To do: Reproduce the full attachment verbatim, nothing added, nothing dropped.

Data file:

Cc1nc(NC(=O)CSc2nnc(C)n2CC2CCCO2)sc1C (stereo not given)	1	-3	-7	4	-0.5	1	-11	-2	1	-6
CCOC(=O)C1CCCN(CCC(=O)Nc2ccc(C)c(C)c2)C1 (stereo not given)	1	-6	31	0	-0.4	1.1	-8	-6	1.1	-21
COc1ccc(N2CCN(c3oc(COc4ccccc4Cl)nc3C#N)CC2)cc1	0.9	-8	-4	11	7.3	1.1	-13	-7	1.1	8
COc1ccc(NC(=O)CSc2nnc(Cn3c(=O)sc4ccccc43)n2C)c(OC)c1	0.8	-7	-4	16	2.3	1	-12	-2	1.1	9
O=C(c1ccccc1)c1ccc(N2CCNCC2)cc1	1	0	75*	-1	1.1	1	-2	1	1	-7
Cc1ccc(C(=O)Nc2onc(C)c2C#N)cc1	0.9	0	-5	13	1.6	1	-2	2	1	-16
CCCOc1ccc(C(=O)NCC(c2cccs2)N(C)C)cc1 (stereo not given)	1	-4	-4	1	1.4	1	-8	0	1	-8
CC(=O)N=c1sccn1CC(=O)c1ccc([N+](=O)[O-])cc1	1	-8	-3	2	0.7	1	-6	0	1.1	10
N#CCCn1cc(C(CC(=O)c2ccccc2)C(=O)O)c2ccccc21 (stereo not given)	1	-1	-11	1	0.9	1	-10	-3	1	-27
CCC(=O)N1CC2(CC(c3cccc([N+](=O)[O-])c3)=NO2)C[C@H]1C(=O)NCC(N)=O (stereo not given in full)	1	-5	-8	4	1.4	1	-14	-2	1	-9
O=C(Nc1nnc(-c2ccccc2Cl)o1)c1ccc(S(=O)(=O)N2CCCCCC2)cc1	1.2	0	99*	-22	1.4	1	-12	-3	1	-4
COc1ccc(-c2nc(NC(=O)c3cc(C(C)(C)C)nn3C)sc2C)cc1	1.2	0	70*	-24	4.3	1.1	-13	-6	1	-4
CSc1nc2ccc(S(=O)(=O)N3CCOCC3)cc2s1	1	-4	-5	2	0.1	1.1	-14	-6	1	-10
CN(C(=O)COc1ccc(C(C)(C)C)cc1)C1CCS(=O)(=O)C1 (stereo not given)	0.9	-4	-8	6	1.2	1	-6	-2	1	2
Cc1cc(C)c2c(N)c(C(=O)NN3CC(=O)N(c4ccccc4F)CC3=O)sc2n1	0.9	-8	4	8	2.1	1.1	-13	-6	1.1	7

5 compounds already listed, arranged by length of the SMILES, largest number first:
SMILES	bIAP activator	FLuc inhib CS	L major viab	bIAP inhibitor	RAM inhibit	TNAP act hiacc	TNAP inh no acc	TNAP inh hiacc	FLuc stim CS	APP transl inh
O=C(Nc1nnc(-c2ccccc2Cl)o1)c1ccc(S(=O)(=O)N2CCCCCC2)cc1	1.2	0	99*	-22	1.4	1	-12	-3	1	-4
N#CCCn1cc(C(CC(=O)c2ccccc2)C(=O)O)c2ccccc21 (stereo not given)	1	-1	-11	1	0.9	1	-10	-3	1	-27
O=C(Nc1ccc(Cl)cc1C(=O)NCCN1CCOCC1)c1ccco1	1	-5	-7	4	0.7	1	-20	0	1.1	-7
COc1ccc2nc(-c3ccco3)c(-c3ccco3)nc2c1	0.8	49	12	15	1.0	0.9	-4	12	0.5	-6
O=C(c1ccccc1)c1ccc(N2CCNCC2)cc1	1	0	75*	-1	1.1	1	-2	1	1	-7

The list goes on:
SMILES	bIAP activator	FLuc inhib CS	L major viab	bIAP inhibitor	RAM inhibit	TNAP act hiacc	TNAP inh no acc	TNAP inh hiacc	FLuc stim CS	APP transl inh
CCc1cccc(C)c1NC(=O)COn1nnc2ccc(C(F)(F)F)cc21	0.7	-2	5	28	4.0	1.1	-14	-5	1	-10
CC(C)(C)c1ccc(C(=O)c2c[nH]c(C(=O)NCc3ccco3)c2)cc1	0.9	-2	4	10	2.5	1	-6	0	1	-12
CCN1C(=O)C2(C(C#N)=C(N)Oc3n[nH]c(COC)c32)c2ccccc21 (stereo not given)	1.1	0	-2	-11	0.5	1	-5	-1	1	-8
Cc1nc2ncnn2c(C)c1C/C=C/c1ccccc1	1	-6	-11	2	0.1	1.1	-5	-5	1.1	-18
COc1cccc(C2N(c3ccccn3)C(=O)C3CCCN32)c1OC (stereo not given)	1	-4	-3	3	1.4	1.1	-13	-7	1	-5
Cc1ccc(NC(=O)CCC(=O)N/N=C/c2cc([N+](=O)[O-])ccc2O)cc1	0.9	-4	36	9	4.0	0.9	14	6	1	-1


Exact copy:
Cc1nc(NC(=O)CSc2nnc(C)n2CC2CCCO2)sc1C (stereo not given)	1	-3	-7	4	-0.5	1	-11	-2	1	-6
CCOC(=O)C1CCCN(CCC(=O)Nc2ccc(C)c(C)c2)C1 (stereo not given)	1	-6	31	0	-0.4	1.1	-8	-6	1.1	-21
COc1ccc(N2CCN(c3oc(COc4ccccc4Cl)nc3C#N)CC2)cc1	0.9	-8	-4	11	7.3	1.1	-13	-7	1.1	8
COc1ccc(NC(=O)CSc2nnc(Cn3c(=O)sc4ccccc43)n2C)c(OC)c1	0.8	-7	-4	16	2.3	1	-12	-2	1.1	9
O=C(c1ccccc1)c1ccc(N2CCNCC2)cc1	1	0	75*	-1	1.1	1	-2	1	1	-7
Cc1ccc(C(=O)Nc2onc(C)c2C#N)cc1	0.9	0	-5	13	1.6	1	-2	2	1	-16
CCCOc1ccc(C(=O)NCC(c2cccs2)N(C)C)cc1 (stereo not given)	1	-4	-4	1	1.4	1	-8	0	1	-8
CC(=O)N=c1sccn1CC(=O)c1ccc([N+](=O)[O-])cc1	1	-8	-3	2	0.7	1	-6	0	1.1	10
N#CCCn1cc(C(CC(=O)c2ccccc2)C(=O)O)c2ccccc21 (stereo not given)	1	-1	-11	1	0.9	1	-10	-3	1	-27
CCC(=O)N1CC2(CC(c3cccc([N+](=O)[O-])c3)=NO2)C[C@H]1C(=O)NCC(N)=O (stereo not given in full)	1	-5	-8	4	1.4	1	-14	-2	1	-9
O=C(Nc1nnc(-c2ccccc2Cl)o1)c1ccc(S(=O)(=O)N2CCCCCC2)cc1	1.2	0	99*	-22	1.4	1	-12	-3	1	-4
COc1ccc(-c2nc(NC(=O)c3cc(C(C)(C)C)nn3C)sc2C)cc1	1.2	0	70*	-24	4.3	1.1	-13	-6	1	-4
CSc1nc2ccc(S(=O)(=O)N3CCOCC3)cc2s1	1	-4	-5	2	0.1	1.1	-14	-6	1	-10
CN(C(=O)COc1ccc(C(C)(C)C)cc1)C1CCS(=O)(=O)C1 (stereo not given)	0.9	-4	-8	6	1.2	1	-6	-2	1	2
Cc1cc(C)c2c(N)c(C(=O)NN3CC(=O)N(c4ccccc4F)CC3=O)sc2n1	0.9	-8	4	8	2.1	1.1	-13	-6	1.1	7

5 compounds already listed, arranged by length of the SMILES, largest number first:
SMILES	bIAP activator	FLuc inhib CS	L major viab	bIAP inhibitor	RAM inhibit	TNAP act hiacc	TNAP inh no acc	TNAP inh hiacc	FLuc stim CS	APP transl inh
O=C(Nc1nnc(-c2ccccc2Cl)o1)c1ccc(S(=O)(=O)N2CCCCCC2)cc1	1.2	0	99*	-22	1.4	1	-12	-3	1	-4
N#CCCn1cc(C(CC(=O)c2ccccc2)C(=O)O)c2ccccc21 (stereo not given)	1	-1	-11	1	0.9	1	-10	-3	1	-27
O=C(Nc1ccc(Cl)cc1C(=O)NCCN1CCOCC1)c1ccco1	1	-5	-7	4	0.7	1	-20	0	1.1	-7
COc1ccc2nc(-c3ccco3)c(-c3ccco3)nc2c1	0.8	49	12	15	1.0	0.9	-4	12	0.5	-6
O=C(c1ccccc1)c1ccc(N2CCNCC2)cc1	1	0	75*	-1	1.1	1	-2	1	1	-7

The list goes on:
SMILES	bIAP activator	FLuc inhib CS	L major viab	bIAP inhibitor	RAM inhibit	TNAP act hiacc	TNAP inh no acc	TNAP inh hiacc	FLuc stim CS	APP transl inh
CCc1cccc(C)c1NC(=O)COn1nnc2ccc(C(F)(F)F)cc21	0.7	-2	5	28	4.0	1.1	-14	-5	1	-10
CC(C)(C)c1ccc(C(=O)c2c[nH]c(C(=O)NCc3ccco3)c2)cc1	0.9	-2	4	10	2.5	1	-6	0	1	-12
CCN1C(=O)C2(C(C#N)=C(N)Oc3n[nH]c(COC)c32)c2ccccc21 (stereo not given)	1.1	0	-2	-11	0.5	1	-5	-1	1	-8
Cc1nc2ncnn2c(C)c1C/C=C/c1ccccc1	1	-6	-11	2	0.1	1.1	-5	-5	1.1	-18
COc1cccc(C2N(c3ccccn3)C(=O)C3CCCN32)c1OC (stereo not given)	1	-4	-3	3	1.4	1.1	-13	-7	1	-5
Cc1ccc(NC(=O)CCC(=O)N/N=C/c2cc([N+](=O)[O-])ccc2O)cc1	0.9	-4	36	9	4.0	0.9	14	6	1	-1